The substance(s) of the present invention may be applied and administered in a wide variety of ways. Most simply, and as presently preferred, the substance(s) could be “painted” or otherwise topically applied to the patient's gingiva using a conventional single-use applicator such as a swab, brush, syringe, or the like. The substance(s) may be prepared in a conventional form of topical composition, such as a gel, cream, ointment, or other fluid or liquid substance. Alternatively, the substance(s) could be administered by injecting into the periodontal tissue. Additionally, the substance(s) could be delivered using a patch or other appliance which is worn on the teeth or gingiva, optionally being formed as part of the same appliance which is used to move the teeth, e.g., a bracket or removable shell appliance or retainer. In such instances, the substance(s) may be incorporated into conventional drug reservoirs which both maintain a supply of the substance(s) and which release the substance(s) at a controlled rate, over time, to target sites on the gingiva. Suitable drug delivery structures for delivering the substance(s) to the patient gingiva are described in the patent and medical literature, see, e.g., U.S. Pat. Nos. 6,159,498, 5,575,655; 5,194,003; 4,933,182; and 4,685,883, the full disclosures of which are incorporated herein by reference.
 In some instances, it may be desirable to provide for enhanced penetration of the substance(s) into the gingival. For example, the substance(s) could be formulated with tissue penetration or permeation enhancers, such as dimethylsulfoxide (DMSO). Alternatively or additionally, the substance(s) can be delivered while applying energy in a manner to promote tissue penetration, including the application of an electric current in order to achieve electroporation or iontophoresis, and/or the application of ultrasound energy. The currents needed to provide for electroporation are relatively low, typically around 0.1 mA can be provided by batteries contained within the delivery structure or alternatively by external structures which are periodically applied to the gingiva or appliances present over the gingiva. Similarly, ultrasound-enhanced substance delivery can be effected by transducers incorporated into the delivery appliances and/or provided by external appliances. Suitable ultrasound conditions are from 20 kHz to 100 kHz at energy levels of one to ten J/cm2.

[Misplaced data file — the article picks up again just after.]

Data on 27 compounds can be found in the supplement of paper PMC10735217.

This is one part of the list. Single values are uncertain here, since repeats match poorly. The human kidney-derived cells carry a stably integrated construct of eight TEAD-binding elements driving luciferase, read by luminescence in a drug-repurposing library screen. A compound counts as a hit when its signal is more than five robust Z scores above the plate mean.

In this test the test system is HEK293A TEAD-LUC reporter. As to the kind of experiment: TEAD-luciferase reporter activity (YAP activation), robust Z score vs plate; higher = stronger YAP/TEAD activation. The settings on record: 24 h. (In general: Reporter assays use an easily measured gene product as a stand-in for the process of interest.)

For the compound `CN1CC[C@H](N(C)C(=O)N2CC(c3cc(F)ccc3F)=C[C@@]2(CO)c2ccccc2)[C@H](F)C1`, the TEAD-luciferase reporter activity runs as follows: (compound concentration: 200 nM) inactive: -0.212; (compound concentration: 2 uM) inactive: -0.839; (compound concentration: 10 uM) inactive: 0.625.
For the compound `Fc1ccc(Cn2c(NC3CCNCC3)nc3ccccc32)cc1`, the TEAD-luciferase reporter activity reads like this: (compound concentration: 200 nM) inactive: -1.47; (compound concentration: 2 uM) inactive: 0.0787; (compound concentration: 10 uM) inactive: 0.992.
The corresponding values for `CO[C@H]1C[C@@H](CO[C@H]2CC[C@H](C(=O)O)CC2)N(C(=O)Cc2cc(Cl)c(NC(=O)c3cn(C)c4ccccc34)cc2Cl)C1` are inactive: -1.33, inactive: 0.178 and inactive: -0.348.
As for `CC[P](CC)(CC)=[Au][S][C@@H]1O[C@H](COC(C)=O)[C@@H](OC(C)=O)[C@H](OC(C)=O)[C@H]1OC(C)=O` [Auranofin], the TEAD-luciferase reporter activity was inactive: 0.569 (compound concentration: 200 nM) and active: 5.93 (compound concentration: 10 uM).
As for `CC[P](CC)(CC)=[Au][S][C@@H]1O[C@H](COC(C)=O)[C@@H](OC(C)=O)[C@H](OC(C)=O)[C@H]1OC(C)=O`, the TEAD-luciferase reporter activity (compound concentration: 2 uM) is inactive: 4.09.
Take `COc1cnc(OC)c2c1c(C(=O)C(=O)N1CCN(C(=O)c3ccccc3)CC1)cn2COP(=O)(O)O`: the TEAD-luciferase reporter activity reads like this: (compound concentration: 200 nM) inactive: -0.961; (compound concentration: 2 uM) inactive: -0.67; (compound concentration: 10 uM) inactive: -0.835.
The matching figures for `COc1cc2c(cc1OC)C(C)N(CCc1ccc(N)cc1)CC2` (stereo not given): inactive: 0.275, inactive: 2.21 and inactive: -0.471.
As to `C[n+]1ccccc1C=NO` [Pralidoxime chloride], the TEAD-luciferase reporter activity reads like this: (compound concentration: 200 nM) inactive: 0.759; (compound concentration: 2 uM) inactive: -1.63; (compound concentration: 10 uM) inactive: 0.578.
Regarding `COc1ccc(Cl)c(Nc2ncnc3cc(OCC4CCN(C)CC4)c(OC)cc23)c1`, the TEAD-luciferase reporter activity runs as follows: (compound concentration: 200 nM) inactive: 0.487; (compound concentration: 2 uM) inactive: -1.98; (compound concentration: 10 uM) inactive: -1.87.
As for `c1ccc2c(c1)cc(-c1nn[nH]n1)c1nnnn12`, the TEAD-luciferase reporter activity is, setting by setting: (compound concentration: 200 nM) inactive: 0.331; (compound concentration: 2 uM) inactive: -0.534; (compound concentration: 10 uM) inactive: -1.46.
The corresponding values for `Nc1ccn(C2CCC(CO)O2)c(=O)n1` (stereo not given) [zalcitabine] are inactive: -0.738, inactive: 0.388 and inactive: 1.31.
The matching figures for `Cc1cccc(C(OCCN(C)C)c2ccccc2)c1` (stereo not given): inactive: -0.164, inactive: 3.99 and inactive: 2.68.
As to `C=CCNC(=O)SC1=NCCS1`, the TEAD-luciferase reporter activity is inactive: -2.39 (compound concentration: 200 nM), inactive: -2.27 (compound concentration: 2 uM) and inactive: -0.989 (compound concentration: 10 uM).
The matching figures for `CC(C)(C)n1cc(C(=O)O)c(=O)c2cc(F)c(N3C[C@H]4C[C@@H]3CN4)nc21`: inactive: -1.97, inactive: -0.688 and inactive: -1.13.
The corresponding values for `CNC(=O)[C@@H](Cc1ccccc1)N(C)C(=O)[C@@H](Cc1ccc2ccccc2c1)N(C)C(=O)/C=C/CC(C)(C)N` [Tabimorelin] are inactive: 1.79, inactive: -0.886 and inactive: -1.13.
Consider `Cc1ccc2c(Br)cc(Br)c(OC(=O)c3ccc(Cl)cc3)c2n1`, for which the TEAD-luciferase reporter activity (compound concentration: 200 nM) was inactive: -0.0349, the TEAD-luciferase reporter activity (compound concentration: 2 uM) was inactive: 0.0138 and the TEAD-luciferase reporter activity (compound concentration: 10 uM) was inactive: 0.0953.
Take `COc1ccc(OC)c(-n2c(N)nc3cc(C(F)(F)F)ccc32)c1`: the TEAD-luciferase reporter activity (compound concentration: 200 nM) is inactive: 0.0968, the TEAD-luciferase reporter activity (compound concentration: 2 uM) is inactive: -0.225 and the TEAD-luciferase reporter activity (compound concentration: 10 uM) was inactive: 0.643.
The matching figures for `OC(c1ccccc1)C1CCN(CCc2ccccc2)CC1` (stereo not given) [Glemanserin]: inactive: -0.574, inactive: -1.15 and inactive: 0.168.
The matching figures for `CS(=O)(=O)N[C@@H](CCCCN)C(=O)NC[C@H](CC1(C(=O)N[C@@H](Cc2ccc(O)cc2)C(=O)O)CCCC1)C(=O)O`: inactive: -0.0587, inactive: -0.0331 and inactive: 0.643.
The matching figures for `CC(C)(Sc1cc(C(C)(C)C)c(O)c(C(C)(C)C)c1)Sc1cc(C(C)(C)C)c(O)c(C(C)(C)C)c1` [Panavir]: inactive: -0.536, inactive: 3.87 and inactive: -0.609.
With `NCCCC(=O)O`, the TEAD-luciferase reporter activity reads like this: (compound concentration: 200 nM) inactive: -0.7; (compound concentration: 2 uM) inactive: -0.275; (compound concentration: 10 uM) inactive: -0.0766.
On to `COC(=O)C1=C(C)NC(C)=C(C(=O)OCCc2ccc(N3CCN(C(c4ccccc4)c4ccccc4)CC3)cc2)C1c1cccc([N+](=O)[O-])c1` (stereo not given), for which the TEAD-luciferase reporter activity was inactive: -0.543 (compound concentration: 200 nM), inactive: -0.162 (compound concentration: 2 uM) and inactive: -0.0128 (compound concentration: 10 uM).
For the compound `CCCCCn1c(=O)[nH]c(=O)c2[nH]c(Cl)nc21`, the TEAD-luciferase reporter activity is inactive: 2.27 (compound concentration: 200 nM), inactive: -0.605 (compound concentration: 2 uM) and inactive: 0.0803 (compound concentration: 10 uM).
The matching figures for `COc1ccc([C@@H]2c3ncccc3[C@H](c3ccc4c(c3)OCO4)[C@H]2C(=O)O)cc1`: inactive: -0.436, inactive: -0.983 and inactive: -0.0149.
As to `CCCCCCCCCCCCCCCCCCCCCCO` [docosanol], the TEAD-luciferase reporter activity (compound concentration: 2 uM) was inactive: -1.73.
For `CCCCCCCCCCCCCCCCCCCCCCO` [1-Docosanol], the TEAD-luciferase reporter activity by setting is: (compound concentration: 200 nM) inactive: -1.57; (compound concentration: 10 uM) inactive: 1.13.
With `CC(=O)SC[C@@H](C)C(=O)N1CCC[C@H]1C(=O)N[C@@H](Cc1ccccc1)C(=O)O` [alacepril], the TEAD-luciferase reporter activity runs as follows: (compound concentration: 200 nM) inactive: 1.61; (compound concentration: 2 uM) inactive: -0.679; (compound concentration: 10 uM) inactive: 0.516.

A particular advantage of the present invention is that particular teeth can be treated with the substance(s) while other teeth in the same jaw remain untreated. In this way, those teeth which are to be moved at any point during the course of orthodontic treatment may be “relaxed” and prepared for movement while other teeth which are needed as “anchor teeth” remain untreated. In this way, the wire and bracket system, removable aligner, or the like, may be anchored on those teeth which have not been treated with the substance(s), while those teeth which are intended to be moved may be treated and more readily moved. Of course, during a normal orthodontic treatment, different teeth will be targeted for movement at different times. The present invention allows only those teeth which are intended to be moved at any particular time to be treated at that time while other teeth in the dentition remain untreated during that time and available as anchor teeth for performing the orthodontic treatment.
 The present invention may also advantageously be combined with other orthodontic treatment protocols, such as electroosteogenesis where a small electrical current is applied to the gingiva or jaw to stimulate the tissues. It is believed that the combination of the substance(s) with such electroosteogenesis could provide tooth movement which is improved over that achieved with either approach alone. Moreover, the application of the electric current might act to provide “electroporation” and enhance the uptake of the substance(s) into the periodontal tissues, as described above.
 In a further aspect of the present invention, improved orthodontic treatment methods are provided. The orthodontic treatment methods are of the type where at least one tooth in a patient jaw is repositioned. The improvement comprises administering at least one tissue remodeling and/or an angiogenic substance to the patient before, during, or after the force has been applied. The preferred aspects of this method are generally the same as described above.